3 out of 4 stars
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In The Omen Tree by Fredrick Niles, not all is as it seems in the small town of Poplar, Wisconsin. Danger and unknown horrors lurk at every turn. The seemingly quiet town of Poplar has kept its secrets well . . . until a serial killer awakens dark and inexplicable forces. Ella, Ben, and Ian are among the first to notice the unusual happenings, and when monsters—otherworldly and otherwise—start surfacing, the three children’s paths converge as they struggle to come to grips with the mysteries unfurling around them. Will Ella, Ben, and Ian find the answers they seek and stop the evil threatening their small town, or will they fall prey to it like countless others before them? Read the book to find out—just not before bed.
The Omen Tree is filled with captivating descriptions, epic foreshadowing, and realistic characters. This novel provided an excellent study of its characters, and while this did occasionally slow the story down, it also provided valuable information to help me connect with and understand the characters and their motives. Still, I was hoping for more action. There was enough suspense to make up for that, but I would have loved for there to have been more close encounters with the supernatural and with the main antagonist. At the same time, I appreciated how well developed the setting and characters were, and many of the details that seemed irrelevant at first actually came into play later in the story, which I found fascinating.
Most loose ends were tied up satisfactorily by the end of the book, but there were some questions brought up toward the end that left it open for a sequel. Still, I can walk away from The Omen Tree content enough. If Fredrick Niles writes a sequel, I will definitely be checking it out. Until then, I’m happy with the path each character’s arc followed. There was plenty of intrigue in the mysteries surrounding the murders and the monsters to keep me on the edge of my seat. While I was able to predict a couple of twists, others pleasantly surprised me. The three main characters were adolescents, but this isn’t a children’s book. There were no sexual situations, but considering the mild gore and the many instances of profanity, I would say this work is more suited for adults and mature young adults.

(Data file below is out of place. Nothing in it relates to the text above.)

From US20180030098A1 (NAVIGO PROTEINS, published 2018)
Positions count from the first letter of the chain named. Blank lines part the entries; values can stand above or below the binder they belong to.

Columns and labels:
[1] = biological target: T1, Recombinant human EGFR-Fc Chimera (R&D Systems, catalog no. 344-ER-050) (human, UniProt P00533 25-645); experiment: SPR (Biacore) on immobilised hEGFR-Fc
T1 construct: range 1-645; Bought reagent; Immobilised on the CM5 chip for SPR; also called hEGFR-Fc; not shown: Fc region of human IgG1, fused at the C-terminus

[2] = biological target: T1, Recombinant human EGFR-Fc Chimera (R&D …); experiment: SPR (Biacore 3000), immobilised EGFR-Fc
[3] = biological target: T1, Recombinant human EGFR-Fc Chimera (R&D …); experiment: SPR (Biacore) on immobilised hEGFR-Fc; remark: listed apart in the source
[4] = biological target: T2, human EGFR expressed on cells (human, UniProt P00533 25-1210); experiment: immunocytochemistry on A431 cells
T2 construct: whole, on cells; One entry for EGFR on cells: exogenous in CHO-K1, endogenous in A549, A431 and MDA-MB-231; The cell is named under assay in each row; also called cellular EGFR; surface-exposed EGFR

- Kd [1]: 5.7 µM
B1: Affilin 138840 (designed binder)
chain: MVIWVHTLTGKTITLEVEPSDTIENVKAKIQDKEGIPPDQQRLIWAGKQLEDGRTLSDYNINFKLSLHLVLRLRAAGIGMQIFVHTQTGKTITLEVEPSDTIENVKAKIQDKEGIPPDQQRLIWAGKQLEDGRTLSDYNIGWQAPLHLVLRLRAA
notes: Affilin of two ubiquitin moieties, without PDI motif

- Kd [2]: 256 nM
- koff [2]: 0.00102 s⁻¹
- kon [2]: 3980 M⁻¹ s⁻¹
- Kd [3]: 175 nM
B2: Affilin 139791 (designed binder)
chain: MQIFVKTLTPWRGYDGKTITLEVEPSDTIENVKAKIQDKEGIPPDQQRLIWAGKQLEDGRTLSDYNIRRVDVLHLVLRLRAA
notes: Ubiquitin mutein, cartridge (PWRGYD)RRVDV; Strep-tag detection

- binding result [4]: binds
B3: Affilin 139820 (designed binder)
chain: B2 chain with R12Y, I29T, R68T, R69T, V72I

As much as I liked this novel, it could use another round of editing. Many of the errors were easy to overlook, but others were not. As I mentioned, the story did occasionally drag, but part of that could have been because I was so excited to get to the bottom of everything. The story seemed carefully structured to allow for the maximum amount of character development. It defied my expectations because I thought, based off the genre, there would be more action and horror elements earlier on in the story. While there was a good deal of strange and ominous occurrences, things slowed back down after the first body was found and didn’t really start steadily gaining speed again until later on.
In conclusion, I rate The Omen Tree 3 out of 4 stars. I took off a star mainly for the errors I found. I still feel some of the details could have been cut out to aid with flow even though many of them did end up resurfacing later. I didn’t find this to be a very graphic story, but those sensitive to themes of domestic abuse and murder may become uncomfortable. Fans of the supernatural and of mysteries with exceptionally well-rounded characters and a touch of horror will likely find this story enthralling. In all, this was a great read and I definitely recommend others check it out.
The Omen Tree
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